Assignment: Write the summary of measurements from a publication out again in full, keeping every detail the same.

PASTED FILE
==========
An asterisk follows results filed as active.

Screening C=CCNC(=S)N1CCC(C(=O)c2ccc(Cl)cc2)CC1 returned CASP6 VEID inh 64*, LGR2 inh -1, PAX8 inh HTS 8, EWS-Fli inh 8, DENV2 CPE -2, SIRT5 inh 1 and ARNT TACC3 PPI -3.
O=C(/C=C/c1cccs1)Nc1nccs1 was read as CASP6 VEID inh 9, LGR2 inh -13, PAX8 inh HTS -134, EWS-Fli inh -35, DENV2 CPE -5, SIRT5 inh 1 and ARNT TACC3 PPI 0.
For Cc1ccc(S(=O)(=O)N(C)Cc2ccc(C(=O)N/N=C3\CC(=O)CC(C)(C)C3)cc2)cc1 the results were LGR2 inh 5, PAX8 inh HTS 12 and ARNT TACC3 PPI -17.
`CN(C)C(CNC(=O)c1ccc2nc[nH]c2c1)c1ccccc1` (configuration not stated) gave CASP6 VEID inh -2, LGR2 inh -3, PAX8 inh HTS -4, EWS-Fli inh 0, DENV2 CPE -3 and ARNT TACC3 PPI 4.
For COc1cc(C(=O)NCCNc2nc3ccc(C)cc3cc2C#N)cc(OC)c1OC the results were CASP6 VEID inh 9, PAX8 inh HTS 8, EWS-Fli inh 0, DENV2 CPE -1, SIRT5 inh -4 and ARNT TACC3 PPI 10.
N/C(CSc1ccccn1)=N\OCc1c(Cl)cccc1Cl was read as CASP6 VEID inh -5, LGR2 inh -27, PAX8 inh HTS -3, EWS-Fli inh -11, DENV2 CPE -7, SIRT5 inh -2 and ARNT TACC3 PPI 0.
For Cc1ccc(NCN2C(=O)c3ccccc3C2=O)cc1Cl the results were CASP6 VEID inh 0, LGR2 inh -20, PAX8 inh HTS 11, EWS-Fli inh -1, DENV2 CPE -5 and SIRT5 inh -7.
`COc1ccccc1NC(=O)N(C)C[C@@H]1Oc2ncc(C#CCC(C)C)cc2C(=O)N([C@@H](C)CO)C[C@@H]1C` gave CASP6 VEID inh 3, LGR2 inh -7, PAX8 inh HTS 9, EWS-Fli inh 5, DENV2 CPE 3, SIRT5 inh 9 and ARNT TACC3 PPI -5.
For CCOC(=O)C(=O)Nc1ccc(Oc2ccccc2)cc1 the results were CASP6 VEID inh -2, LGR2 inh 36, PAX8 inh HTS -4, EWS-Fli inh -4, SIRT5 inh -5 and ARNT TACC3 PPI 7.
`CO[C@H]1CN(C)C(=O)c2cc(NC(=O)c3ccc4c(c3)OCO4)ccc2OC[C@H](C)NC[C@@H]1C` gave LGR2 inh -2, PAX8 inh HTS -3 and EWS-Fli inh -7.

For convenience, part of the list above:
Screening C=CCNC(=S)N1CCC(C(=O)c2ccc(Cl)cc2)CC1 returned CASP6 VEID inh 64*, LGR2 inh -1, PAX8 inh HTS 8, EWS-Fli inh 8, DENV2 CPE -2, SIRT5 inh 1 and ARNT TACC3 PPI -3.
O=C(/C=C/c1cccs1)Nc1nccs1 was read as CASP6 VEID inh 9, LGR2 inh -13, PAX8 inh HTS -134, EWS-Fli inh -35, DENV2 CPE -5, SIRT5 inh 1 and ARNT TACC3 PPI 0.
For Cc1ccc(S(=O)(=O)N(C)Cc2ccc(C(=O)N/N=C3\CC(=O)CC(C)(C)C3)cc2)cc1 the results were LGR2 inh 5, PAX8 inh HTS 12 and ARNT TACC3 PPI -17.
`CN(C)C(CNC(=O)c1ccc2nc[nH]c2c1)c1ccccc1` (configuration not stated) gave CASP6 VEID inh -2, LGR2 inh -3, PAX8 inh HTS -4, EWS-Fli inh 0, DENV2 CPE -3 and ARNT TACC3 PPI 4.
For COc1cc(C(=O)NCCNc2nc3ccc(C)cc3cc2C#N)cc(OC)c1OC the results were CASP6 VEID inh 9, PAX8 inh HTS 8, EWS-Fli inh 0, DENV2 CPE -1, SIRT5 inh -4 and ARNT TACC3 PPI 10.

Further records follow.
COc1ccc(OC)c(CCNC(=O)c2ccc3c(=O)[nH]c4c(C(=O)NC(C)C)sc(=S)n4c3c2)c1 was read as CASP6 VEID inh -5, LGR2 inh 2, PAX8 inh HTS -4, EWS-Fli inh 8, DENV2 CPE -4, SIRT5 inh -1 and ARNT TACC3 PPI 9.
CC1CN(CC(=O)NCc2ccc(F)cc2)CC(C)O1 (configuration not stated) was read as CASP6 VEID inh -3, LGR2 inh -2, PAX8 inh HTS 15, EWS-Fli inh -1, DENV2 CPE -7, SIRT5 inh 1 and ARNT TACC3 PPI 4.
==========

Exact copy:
An asterisk follows results filed as active.

Screening C=CCNC(=S)N1CCC(C(=O)c2ccc(Cl)cc2)CC1 returned CASP6 VEID inh 64*, LGR2 inh -1, PAX8 inh HTS 8, EWS-Fli inh 8, DENV2 CPE -2, SIRT5 inh 1 and ARNT TACC3 PPI -3.
O=C(/C=C/c1cccs1)Nc1nccs1 was read as CASP6 VEID inh 9, LGR2 inh -13, PAX8 inh HTS -134, EWS-Fli inh -35, DENV2 CPE -5, SIRT5 inh 1 and ARNT TACC3 PPI 0.
For Cc1ccc(S(=O)(=O)N(C)Cc2ccc(C(=O)N/N=C3\CC(=O)CC(C)(C)C3)cc2)cc1 the results were LGR2 inh 5, PAX8 inh HTS 12 and ARNT TACC3 PPI -17.
`CN(C)C(CNC(=O)c1ccc2nc[nH]c2c1)c1ccccc1` (configuration not stated) gave CASP6 VEID inh -2, LGR2 inh -3, PAX8 inh HTS -4, EWS-Fli inh 0, DENV2 CPE -3 and ARNT TACC3 PPI 4.
For COc1cc(C(=O)NCCNc2nc3ccc(C)cc3cc2C#N)cc(OC)c1OC the results were CASP6 VEID inh 9, PAX8 inh HTS 8, EWS-Fli inh 0, DENV2 CPE -1, SIRT5 inh -4 and ARNT TACC3 PPI 10.
N/C(CSc1ccccn1)=N\OCc1c(Cl)cccc1Cl was read as CASP6 VEID inh -5, LGR2 inh -27, PAX8 inh HTS -3, EWS-Fli inh -11, DENV2 CPE -7, SIRT5 inh -2 and ARNT TACC3 PPI 0.
For Cc1ccc(NCN2C(=O)c3ccccc3C2=O)cc1Cl the results were CASP6 VEID inh 0, LGR2 inh -20, PAX8 inh HTS 11, EWS-Fli inh -1, DENV2 CPE -5 and SIRT5 inh -7.
`COc1ccccc1NC(=O)N(C)C[C@@H]1Oc2ncc(C#CCC(C)C)cc2C(=O)N([C@@H](C)CO)C[C@@H]1C` gave CASP6 VEID inh 3, LGR2 inh -7, PAX8 inh HTS 9, EWS-Fli inh 5, DENV2 CPE 3, SIRT5 inh 9 and ARNT TACC3 PPI -5.
For CCOC(=O)C(=O)Nc1ccc(Oc2ccccc2)cc1 the results were CASP6 VEID inh -2, LGR2 inh 36, PAX8 inh HTS -4, EWS-Fli inh -4, SIRT5 inh -5 and ARNT TACC3 PPI 7.
`CO[C@H]1CN(C)C(=O)c2cc(NC(=O)c3ccc4c(c3)OCO4)ccc2OC[C@H](C)NC[C@@H]1C` gave LGR2 inh -2, PAX8 inh HTS -3 and EWS-Fli inh -7.

For convenience, part of the list above:
Screening C=CCNC(=S)N1CCC(C(=O)c2ccc(Cl)cc2)CC1 returned CASP6 VEID inh 64*, LGR2 inh -1, PAX8 inh HTS 8, EWS-Fli inh 8, DENV2 CPE -2, SIRT5 inh 1 and ARNT TACC3 PPI -3.
O=C(/C=C/c1cccs1)Nc1nccs1 was read as CASP6 VEID inh 9, LGR2 inh -13, PAX8 inh HTS -134, EWS-Fli inh -35, DENV2 CPE -5, SIRT5 inh 1 and ARNT TACC3 PPI 0.
For Cc1ccc(S(=O)(=O)N(C)Cc2ccc(C(=O)N/N=C3\CC(=O)CC(C)(C)C3)cc2)cc1 the results were LGR2 inh 5, PAX8 inh HTS 12 and ARNT TACC3 PPI -17.
`CN(C)C(CNC(=O)c1ccc2nc[nH]c2c1)c1ccccc1` (configuration not stated) gave CASP6 VEID inh -2, LGR2 inh -3, PAX8 inh HTS -4, EWS-Fli inh 0, DENV2 CPE -3 and ARNT TACC3 PPI 4.
For COc1cc(C(=O)NCCNc2nc3ccc(C)cc3cc2C#N)cc(OC)c1OC the results were CASP6 VEID inh 9, PAX8 inh HTS 8, EWS-Fli inh 0, DENV2 CPE -1, SIRT5 inh -4 and ARNT TACC3 PPI 10.

Further records follow.
COc1ccc(OC)c(CCNC(=O)c2ccc3c(=O)[nH]c4c(C(=O)NC(C)C)sc(=S)n4c3c2)c1 was read as CASP6 VEID inh -5, LGR2 inh 2, PAX8 inh HTS -4, EWS-Fli inh 8, DENV2 CPE -4, SIRT5 inh -1 and ARNT TACC3 PPI 9.
CC1CN(CC(=O)NCc2ccc(F)cc2)CC(C)O1 (configuration not stated) was read as CASP6 VEID inh -3, LGR2 inh -2, PAX8 inh HTS 15, EWS-Fli inh -1, DENV2 CPE -7, SIRT5 inh 1 and ARNT TACC3 PPI 4.